Port O’Brien, Threadbare
Rough-hewn maritime music for widows’ walks the world over
If 2007′s nautically themed All We Could Do Was Sing was Port O’Brien’s maiden voyage, then the band’s latest effort is their weary return to berth. Shorn of the boisterous barn-stomps and all-too-literal sea shanties that characterized their first studio album, Threadbare takes slow, sad, orchestral turns through the world of rainy West Coast folk.
The formula is hardly original, of course: the Decemberists, Bowerbirds and Bodies of Water have all found fame in sparse acoustic ballads, backed by padding bongos and waves of windswept strings. But Port O’Brien’s take is gratifyingly genuine compared to those of their nu-folk peers. After all, the band’s founding duo, Cambria Goodwin and Van Piersalowski, actually live the star-crossed seaside life for four months of the year: he spends his summers on a commercial fishing boat, while she bakes for the workers of a Kodiak Island cannery.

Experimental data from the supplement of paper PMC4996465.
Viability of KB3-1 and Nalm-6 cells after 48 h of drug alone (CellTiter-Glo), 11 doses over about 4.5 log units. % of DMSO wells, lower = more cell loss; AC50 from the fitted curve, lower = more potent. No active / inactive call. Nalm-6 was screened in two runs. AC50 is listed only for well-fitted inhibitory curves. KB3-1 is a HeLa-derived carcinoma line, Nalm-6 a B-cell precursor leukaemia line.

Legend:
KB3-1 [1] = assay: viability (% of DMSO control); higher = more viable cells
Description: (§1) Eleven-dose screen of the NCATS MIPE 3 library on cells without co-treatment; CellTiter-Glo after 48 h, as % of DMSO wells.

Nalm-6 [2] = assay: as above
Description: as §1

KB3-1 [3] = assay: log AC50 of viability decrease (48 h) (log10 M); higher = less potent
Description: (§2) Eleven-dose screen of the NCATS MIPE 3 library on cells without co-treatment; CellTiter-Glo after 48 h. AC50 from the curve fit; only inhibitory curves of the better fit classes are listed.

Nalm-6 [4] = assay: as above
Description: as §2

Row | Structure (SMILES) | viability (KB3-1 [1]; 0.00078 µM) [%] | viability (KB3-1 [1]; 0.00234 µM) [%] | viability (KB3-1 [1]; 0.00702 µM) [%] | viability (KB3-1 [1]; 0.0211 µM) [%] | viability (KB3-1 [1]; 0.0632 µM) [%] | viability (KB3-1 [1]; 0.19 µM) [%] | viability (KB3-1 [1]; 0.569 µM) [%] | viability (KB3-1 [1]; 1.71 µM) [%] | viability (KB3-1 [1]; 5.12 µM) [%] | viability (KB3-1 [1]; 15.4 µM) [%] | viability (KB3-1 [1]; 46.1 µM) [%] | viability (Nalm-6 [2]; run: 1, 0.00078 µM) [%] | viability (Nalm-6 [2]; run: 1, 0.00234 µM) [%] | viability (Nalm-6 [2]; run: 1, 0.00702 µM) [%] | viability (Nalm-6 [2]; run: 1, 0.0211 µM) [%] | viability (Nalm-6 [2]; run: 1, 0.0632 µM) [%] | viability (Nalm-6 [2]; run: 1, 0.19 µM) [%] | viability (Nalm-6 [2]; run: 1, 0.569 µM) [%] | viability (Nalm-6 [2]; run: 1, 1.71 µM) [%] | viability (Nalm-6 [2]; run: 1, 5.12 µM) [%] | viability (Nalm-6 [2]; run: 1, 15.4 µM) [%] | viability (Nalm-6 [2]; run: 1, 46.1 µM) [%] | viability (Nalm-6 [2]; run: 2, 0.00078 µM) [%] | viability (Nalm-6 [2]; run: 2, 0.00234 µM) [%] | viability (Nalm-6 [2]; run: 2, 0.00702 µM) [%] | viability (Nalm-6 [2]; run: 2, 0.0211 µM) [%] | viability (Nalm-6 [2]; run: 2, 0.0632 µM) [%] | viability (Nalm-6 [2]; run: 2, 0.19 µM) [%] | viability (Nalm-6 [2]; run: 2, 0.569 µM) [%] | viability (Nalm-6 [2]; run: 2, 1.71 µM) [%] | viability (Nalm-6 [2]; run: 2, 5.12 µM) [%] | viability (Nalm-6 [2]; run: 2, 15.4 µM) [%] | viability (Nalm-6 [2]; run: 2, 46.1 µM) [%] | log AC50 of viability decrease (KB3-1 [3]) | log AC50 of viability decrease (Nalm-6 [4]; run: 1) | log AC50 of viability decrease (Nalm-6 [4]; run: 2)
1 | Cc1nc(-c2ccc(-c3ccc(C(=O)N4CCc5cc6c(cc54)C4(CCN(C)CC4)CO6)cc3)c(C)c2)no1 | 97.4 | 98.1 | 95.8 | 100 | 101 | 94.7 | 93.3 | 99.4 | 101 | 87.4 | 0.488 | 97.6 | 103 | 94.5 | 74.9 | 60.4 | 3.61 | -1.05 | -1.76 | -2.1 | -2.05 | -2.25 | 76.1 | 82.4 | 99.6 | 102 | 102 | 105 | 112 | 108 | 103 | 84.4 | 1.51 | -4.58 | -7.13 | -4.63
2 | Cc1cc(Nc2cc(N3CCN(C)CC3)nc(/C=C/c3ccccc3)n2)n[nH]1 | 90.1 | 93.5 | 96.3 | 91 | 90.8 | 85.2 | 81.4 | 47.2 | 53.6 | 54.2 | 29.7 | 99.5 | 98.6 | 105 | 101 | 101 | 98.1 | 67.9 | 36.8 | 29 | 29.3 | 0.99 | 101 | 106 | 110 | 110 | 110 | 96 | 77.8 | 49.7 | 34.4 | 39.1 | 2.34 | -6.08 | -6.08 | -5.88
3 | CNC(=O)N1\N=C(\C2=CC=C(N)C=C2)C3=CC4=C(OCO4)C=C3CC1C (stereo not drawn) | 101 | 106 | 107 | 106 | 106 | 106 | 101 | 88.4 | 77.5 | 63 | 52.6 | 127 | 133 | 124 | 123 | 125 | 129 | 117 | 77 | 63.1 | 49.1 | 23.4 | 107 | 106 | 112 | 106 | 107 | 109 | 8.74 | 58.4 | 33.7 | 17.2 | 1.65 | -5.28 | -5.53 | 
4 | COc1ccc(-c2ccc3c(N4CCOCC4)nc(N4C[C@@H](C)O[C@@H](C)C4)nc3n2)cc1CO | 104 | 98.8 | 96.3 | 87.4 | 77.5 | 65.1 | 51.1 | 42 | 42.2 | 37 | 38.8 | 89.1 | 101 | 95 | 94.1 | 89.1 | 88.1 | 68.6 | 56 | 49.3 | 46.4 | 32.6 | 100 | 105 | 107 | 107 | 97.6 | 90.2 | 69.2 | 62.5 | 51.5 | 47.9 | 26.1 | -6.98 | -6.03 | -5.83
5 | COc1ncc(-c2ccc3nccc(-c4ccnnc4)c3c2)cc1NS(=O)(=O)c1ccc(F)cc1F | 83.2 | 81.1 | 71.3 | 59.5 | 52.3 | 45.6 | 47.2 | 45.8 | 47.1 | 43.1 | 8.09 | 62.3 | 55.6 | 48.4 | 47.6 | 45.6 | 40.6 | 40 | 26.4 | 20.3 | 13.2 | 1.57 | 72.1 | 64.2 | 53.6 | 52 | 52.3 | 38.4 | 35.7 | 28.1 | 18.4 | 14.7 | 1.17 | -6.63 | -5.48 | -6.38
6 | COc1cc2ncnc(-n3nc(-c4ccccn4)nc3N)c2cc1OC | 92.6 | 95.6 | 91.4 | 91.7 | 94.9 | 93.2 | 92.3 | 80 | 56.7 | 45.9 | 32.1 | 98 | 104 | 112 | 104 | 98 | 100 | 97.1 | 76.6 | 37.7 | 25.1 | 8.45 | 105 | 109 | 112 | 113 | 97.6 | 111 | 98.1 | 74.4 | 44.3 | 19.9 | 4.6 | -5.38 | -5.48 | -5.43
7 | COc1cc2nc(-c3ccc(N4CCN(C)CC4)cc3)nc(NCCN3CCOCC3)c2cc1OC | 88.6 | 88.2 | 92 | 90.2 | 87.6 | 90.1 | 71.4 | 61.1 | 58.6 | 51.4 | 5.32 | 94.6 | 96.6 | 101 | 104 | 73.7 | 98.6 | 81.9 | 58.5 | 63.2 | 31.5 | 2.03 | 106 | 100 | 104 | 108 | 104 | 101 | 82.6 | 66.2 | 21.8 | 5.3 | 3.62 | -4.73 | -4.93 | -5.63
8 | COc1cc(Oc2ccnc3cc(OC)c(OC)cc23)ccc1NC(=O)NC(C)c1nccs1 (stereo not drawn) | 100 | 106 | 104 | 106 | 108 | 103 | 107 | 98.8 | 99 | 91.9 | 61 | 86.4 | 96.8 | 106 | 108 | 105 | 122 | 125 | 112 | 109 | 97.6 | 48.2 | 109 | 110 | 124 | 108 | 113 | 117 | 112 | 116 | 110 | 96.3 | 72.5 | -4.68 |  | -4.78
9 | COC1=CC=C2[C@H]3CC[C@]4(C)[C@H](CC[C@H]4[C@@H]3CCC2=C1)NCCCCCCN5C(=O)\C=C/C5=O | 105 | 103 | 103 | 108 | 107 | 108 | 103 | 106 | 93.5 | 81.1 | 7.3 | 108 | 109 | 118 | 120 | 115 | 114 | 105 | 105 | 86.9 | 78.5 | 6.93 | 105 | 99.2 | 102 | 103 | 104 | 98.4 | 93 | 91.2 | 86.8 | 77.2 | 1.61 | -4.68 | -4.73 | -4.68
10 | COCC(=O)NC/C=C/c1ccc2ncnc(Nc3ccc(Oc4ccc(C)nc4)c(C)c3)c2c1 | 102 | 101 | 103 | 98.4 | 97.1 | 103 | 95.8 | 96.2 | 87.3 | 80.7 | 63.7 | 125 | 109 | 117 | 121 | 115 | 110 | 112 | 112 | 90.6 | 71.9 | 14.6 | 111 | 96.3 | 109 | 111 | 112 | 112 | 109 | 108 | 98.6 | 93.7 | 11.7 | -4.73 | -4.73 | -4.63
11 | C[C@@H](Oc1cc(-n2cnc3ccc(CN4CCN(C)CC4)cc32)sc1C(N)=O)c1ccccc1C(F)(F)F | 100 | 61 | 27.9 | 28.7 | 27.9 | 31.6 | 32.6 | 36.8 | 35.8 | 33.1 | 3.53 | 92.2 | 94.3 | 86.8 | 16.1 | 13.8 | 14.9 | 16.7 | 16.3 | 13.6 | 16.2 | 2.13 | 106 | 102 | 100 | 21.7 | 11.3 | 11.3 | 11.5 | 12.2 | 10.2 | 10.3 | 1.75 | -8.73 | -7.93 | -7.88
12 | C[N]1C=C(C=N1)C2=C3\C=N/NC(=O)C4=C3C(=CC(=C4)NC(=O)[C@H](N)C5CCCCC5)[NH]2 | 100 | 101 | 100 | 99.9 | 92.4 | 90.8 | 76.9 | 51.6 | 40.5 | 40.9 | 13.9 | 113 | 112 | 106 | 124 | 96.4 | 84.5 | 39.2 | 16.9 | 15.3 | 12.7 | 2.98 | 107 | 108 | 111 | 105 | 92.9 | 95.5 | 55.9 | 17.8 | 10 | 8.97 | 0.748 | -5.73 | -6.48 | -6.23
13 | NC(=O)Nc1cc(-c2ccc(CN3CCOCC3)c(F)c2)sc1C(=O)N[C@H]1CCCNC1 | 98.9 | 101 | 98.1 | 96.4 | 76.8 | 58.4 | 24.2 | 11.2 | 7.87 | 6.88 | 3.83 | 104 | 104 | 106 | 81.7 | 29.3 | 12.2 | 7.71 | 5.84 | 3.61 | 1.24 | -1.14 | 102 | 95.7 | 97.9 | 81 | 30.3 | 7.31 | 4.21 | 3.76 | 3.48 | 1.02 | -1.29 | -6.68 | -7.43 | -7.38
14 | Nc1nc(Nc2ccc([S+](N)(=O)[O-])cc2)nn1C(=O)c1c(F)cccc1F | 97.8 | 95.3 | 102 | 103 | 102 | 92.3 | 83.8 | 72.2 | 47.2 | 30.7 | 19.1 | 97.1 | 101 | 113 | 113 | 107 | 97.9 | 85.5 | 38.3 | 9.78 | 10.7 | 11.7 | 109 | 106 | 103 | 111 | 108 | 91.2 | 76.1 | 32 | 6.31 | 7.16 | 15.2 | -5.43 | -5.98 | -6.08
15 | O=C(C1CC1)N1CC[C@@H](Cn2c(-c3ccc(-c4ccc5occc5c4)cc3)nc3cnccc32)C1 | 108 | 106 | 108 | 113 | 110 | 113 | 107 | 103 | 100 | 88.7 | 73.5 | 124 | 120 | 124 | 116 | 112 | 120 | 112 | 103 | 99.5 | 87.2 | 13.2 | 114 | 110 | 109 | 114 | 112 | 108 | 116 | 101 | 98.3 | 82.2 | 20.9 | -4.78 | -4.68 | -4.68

It’s a lifestyle that lends Threadbare a certain unaffected rawness — a sense of isolation that only the outer reaches of the far north could evoke. Tracks like the bookends “High Without the Hope 3″ and “High Without the Hope” find Goodwin cooing through the Taken By Trees’ songbook, humming heartache over violin and tribal drums. In the interim, “Next Season” and “(((Darkness Visible)))” quiver on the brink of despair. And even when the tracks pick up — Piersalowski rallies on “Sour Milk Salt Water,” and “Tree Bones” discovers a jaunty fiddle line mid-track — something quietly tragic and transcendent remains. This is maritime music of the most compelling sort: a sad, pale, wistful soundtrack for widows’ walks the world over.